The educational experiences of 430 graduate and undergraduate students at Lincoln University reached fruition Sunday afternoon at the school's 147th commencement ceremony.

Unlike other universities, the 2,270-student school only has a spring commencement.

The university was founded in 1854, on the eve of the Civil War, by freed blacks. It has since grown to include black American notables, such as poet Langston Hughes and recent U.S. Supreme Court Justice Thurgood Marshall among its alumni.

Others, such as Frederick Douglass and Sojourner Truth, have made their presence known during the school's history.

The graduates included students from Africa and the Caribbean as well as the local region.

School administrators say Lincoln University has maintained ties with Africa and the Caribbean since its early days and is well-known in those areas of the world.

Students, their families and other participants sat for three hours under the sun as they were addressed by a succession of administrators and honored guests, including state Rep. Dwight Evans, D-203rd, of Philadelphia, who delivered the commencement address.

Evans also was awarded with an honorary doctor of law degree on account of his legislative service.

"Some of you are the first graduates in your family," Evans said. "I was the first in my family to graduate. It made a difference in my family."

He admonished the class to avoid political extremism on "all ends of the political spectrum" and to be aware they face global competition for their talents, not just from other Americans.

"Do not abandon your basic values; too much is beyond our control," he said. "But, do expect a changing moral code. It will shift as you acquire experience, self-knowledge and perspective."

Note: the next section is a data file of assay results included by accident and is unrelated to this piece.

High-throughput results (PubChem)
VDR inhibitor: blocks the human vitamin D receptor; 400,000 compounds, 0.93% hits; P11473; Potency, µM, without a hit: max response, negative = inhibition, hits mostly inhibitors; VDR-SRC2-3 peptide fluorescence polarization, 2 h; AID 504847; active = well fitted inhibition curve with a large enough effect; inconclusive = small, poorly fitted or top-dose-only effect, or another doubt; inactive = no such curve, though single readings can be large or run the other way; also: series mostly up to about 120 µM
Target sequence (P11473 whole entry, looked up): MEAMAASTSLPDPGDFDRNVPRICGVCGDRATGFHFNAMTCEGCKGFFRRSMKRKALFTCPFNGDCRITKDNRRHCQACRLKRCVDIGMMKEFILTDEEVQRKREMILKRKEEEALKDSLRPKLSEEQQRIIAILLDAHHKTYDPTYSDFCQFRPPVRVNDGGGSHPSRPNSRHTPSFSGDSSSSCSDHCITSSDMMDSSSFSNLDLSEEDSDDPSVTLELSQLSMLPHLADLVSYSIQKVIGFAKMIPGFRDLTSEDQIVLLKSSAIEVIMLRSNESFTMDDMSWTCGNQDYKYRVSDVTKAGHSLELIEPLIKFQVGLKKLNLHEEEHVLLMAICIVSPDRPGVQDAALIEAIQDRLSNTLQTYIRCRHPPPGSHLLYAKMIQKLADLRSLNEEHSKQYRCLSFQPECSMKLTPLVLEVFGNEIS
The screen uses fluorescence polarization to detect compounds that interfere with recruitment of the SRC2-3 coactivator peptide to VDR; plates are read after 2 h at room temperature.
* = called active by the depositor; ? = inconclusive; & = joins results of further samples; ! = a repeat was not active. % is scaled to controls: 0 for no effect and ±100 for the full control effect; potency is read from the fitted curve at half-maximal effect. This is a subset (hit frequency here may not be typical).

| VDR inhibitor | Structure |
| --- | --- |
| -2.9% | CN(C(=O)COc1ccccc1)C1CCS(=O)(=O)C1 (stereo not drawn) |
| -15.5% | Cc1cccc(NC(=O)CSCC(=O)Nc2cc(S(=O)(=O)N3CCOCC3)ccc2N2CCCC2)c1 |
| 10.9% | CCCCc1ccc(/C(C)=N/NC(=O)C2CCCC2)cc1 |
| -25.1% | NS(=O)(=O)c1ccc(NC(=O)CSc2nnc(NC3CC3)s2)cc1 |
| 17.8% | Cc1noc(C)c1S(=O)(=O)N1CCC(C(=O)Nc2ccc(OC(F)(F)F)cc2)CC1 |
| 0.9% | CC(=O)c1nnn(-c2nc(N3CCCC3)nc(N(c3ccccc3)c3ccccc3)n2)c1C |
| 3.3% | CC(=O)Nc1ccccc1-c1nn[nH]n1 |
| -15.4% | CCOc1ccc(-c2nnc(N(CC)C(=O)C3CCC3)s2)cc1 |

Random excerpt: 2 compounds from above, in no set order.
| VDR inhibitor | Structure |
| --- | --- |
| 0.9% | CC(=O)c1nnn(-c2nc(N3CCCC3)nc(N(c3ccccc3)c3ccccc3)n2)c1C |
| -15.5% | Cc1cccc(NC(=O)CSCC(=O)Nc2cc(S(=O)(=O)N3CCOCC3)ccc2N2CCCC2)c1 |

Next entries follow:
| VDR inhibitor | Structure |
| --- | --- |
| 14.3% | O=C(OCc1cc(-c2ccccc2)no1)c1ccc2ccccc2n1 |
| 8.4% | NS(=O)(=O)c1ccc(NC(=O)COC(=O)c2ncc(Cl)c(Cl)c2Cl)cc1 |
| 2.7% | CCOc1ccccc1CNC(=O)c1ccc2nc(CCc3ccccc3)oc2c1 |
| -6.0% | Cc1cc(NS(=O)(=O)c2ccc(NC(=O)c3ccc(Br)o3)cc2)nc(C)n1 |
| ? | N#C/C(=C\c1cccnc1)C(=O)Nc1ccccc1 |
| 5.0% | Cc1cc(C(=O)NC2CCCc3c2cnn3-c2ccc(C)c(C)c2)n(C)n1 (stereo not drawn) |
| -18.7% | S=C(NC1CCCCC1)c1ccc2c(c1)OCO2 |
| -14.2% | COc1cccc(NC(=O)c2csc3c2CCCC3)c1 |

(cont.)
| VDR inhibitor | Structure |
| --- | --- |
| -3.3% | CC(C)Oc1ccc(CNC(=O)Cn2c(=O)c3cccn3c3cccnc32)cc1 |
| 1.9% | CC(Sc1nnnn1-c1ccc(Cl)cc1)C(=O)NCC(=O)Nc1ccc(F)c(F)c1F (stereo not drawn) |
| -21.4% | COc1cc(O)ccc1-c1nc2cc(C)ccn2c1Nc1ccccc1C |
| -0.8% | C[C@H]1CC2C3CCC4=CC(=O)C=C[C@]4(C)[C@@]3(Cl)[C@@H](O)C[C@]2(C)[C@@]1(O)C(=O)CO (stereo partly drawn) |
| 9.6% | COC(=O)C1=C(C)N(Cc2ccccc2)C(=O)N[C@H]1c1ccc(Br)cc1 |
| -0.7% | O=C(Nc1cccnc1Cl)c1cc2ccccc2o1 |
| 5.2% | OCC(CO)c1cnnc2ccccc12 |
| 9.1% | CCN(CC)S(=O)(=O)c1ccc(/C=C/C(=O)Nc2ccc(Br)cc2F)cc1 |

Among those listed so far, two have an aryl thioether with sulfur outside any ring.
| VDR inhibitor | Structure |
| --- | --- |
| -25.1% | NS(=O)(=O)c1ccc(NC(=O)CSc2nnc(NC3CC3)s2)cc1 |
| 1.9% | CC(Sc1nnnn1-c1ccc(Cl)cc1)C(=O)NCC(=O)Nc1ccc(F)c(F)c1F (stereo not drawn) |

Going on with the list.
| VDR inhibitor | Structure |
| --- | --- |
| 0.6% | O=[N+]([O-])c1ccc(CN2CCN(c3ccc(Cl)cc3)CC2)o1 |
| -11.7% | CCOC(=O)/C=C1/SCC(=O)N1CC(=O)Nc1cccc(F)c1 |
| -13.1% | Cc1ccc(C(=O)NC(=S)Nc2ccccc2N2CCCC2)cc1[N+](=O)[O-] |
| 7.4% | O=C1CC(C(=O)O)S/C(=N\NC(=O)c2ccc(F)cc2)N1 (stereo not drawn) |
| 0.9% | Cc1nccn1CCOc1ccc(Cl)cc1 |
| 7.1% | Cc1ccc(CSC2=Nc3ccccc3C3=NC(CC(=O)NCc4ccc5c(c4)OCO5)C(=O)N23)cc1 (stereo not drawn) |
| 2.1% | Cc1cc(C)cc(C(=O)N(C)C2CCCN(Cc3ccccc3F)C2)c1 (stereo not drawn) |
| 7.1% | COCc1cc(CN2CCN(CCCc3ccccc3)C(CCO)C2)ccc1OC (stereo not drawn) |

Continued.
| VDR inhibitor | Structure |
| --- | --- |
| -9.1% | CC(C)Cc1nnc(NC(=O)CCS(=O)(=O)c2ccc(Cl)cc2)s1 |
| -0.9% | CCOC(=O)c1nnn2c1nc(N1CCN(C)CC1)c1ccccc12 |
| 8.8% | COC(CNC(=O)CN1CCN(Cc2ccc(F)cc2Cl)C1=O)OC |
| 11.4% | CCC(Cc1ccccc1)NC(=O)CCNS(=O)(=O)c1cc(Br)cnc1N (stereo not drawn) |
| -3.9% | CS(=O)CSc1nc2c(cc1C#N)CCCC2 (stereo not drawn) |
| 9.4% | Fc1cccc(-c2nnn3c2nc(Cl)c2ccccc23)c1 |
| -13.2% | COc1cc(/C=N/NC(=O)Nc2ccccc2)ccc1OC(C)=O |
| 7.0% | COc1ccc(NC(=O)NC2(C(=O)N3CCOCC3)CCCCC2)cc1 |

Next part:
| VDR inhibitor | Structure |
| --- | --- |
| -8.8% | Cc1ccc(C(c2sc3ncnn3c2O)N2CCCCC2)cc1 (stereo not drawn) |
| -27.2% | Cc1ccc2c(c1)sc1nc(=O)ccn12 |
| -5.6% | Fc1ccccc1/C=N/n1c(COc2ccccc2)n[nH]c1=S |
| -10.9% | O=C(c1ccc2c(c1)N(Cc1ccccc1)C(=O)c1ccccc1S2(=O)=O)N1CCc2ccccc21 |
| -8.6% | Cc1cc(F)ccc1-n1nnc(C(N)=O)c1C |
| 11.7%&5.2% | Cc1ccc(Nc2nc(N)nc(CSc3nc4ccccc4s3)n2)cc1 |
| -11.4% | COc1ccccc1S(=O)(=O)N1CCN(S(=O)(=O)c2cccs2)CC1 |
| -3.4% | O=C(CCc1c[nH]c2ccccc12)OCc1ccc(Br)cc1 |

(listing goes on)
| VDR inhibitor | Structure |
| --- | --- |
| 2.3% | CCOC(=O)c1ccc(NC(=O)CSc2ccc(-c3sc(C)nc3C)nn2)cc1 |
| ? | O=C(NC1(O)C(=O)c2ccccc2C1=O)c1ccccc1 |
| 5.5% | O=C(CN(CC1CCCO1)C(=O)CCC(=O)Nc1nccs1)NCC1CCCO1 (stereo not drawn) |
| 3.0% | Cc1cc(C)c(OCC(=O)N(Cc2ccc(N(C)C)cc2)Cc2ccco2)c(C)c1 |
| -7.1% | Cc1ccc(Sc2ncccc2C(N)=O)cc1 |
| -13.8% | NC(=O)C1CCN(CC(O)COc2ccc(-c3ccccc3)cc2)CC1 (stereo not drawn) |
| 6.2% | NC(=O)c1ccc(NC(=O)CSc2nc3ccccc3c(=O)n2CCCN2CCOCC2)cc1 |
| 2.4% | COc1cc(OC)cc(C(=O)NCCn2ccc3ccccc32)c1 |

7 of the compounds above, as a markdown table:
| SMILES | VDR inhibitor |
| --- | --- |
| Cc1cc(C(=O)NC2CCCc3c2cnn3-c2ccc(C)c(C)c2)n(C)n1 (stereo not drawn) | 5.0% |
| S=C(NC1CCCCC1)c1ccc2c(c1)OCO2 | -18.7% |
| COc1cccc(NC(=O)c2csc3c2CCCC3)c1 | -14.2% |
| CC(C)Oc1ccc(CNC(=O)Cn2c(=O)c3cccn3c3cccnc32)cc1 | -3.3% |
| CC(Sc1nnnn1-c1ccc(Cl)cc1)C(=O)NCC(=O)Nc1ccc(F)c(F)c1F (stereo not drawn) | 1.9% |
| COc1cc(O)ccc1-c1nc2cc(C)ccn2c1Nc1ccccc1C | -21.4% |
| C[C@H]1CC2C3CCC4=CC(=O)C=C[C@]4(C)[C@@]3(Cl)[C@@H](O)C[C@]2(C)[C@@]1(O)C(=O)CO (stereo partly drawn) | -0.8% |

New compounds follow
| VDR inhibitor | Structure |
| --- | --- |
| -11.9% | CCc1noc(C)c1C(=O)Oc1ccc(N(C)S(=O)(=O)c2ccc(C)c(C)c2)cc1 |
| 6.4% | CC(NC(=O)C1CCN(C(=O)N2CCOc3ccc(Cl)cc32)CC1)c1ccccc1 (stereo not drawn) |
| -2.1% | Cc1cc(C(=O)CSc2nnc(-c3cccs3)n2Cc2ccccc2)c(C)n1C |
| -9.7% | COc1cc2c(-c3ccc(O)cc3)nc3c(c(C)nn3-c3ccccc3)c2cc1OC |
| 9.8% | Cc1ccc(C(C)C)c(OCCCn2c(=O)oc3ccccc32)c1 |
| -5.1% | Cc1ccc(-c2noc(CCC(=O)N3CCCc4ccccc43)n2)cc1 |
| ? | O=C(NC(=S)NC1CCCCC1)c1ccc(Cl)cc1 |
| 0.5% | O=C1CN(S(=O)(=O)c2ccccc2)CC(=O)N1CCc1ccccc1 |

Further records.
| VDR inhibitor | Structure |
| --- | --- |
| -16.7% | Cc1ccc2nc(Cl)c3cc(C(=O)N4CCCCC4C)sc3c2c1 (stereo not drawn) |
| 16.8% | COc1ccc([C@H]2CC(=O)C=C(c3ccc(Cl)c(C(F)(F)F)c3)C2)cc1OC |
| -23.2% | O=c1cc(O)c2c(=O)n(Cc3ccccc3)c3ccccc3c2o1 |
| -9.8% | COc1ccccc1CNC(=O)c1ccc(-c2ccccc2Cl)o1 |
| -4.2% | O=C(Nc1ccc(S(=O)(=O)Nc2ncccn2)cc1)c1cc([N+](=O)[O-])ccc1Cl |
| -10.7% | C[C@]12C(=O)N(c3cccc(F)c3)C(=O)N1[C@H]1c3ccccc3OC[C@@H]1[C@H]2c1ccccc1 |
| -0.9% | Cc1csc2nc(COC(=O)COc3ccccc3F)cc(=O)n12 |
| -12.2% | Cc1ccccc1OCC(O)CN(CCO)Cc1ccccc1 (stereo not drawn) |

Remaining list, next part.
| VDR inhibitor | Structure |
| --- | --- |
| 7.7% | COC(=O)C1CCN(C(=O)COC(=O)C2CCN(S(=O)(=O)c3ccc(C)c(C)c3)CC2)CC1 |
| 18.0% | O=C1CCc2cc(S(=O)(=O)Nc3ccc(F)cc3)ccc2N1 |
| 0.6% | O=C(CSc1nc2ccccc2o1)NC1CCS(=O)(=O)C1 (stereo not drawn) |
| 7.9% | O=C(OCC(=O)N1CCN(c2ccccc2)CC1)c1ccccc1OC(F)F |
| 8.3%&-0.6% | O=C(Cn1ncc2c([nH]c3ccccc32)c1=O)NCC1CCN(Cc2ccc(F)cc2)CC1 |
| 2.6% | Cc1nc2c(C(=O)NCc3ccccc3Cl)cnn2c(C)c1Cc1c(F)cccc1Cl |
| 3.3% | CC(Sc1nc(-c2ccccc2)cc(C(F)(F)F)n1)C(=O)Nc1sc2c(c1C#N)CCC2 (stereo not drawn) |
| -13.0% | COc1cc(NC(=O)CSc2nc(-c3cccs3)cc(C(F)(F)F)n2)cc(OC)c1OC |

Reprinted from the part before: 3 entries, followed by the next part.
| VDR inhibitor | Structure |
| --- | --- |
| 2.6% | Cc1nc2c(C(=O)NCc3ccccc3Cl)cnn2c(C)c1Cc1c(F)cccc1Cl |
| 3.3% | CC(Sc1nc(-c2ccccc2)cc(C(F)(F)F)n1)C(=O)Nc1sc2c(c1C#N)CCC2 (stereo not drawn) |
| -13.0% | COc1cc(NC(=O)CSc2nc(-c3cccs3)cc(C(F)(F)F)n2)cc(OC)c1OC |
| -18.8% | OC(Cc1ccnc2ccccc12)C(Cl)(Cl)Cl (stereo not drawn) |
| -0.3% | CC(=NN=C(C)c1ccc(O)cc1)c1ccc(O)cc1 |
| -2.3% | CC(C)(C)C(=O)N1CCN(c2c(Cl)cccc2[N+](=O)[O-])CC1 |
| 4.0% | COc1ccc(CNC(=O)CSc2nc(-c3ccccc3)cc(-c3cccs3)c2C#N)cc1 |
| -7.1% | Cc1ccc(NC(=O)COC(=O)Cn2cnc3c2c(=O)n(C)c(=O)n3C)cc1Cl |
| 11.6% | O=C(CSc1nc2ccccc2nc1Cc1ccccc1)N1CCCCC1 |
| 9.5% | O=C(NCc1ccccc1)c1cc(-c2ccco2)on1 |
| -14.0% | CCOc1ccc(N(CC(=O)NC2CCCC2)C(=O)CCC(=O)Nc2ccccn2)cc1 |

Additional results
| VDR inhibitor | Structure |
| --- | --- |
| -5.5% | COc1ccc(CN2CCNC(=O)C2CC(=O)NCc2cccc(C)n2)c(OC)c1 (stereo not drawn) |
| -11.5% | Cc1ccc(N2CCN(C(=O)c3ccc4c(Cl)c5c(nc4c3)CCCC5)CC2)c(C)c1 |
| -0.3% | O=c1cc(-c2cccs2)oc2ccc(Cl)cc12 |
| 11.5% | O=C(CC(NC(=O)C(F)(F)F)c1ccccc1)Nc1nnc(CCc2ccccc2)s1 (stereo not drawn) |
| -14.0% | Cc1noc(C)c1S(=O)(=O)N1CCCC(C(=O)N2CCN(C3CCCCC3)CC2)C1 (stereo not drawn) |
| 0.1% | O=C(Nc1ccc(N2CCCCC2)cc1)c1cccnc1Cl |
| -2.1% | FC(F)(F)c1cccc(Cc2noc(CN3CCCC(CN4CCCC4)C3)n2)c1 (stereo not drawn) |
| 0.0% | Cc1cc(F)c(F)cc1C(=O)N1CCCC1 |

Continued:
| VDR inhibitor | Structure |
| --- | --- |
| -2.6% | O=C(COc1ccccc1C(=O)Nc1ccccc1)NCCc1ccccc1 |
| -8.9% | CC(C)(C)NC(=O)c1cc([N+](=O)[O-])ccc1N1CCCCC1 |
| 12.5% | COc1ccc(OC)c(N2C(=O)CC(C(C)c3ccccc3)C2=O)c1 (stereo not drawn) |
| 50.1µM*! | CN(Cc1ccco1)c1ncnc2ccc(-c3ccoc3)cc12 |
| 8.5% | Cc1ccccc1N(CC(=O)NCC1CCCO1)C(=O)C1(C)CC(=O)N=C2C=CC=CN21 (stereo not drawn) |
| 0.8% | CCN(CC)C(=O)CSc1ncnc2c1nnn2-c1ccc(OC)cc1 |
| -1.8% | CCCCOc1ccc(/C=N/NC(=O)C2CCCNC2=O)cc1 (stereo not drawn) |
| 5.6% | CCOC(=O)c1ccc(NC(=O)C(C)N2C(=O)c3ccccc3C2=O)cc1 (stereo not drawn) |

University President Dr. Ivory V. Nelson said graduation is his favorite time of the year because it allows him to see how those he knew as freshmen four or five years before have matured as men and women.

"It's amazing," Nelson said. "We have 10 to 15 percent of our students who come right out of here to become doctors and lawyers."

Nelson said the school's small size makes students feel like "part of a family" because professors and instructors know what is happening in their students' lives because classes seldom have more than 25 students.

The students were equally enthusiastic about their graduations.

"I want to thank this institution for making us part of its legacy and for bringing out our best," said Valedictorian Darren R. Dolly. "The events we shared were more enjoyable because we shared them with a friend when our family was too far away."

The graduation was especially touching for Theresa Thomas, a native of Trinidad, who graduated in her daughter Petra's place because she died in December 2004 before being able to finish her studies.

"I feel good about it," Thomas said. "I enjoy seeing the different students who were her friends and seeing them graduate."

Marcus Cobham, also from Trinidad, said his friends as Lincoln were his second family while he was so far away from home, and they would be missed.

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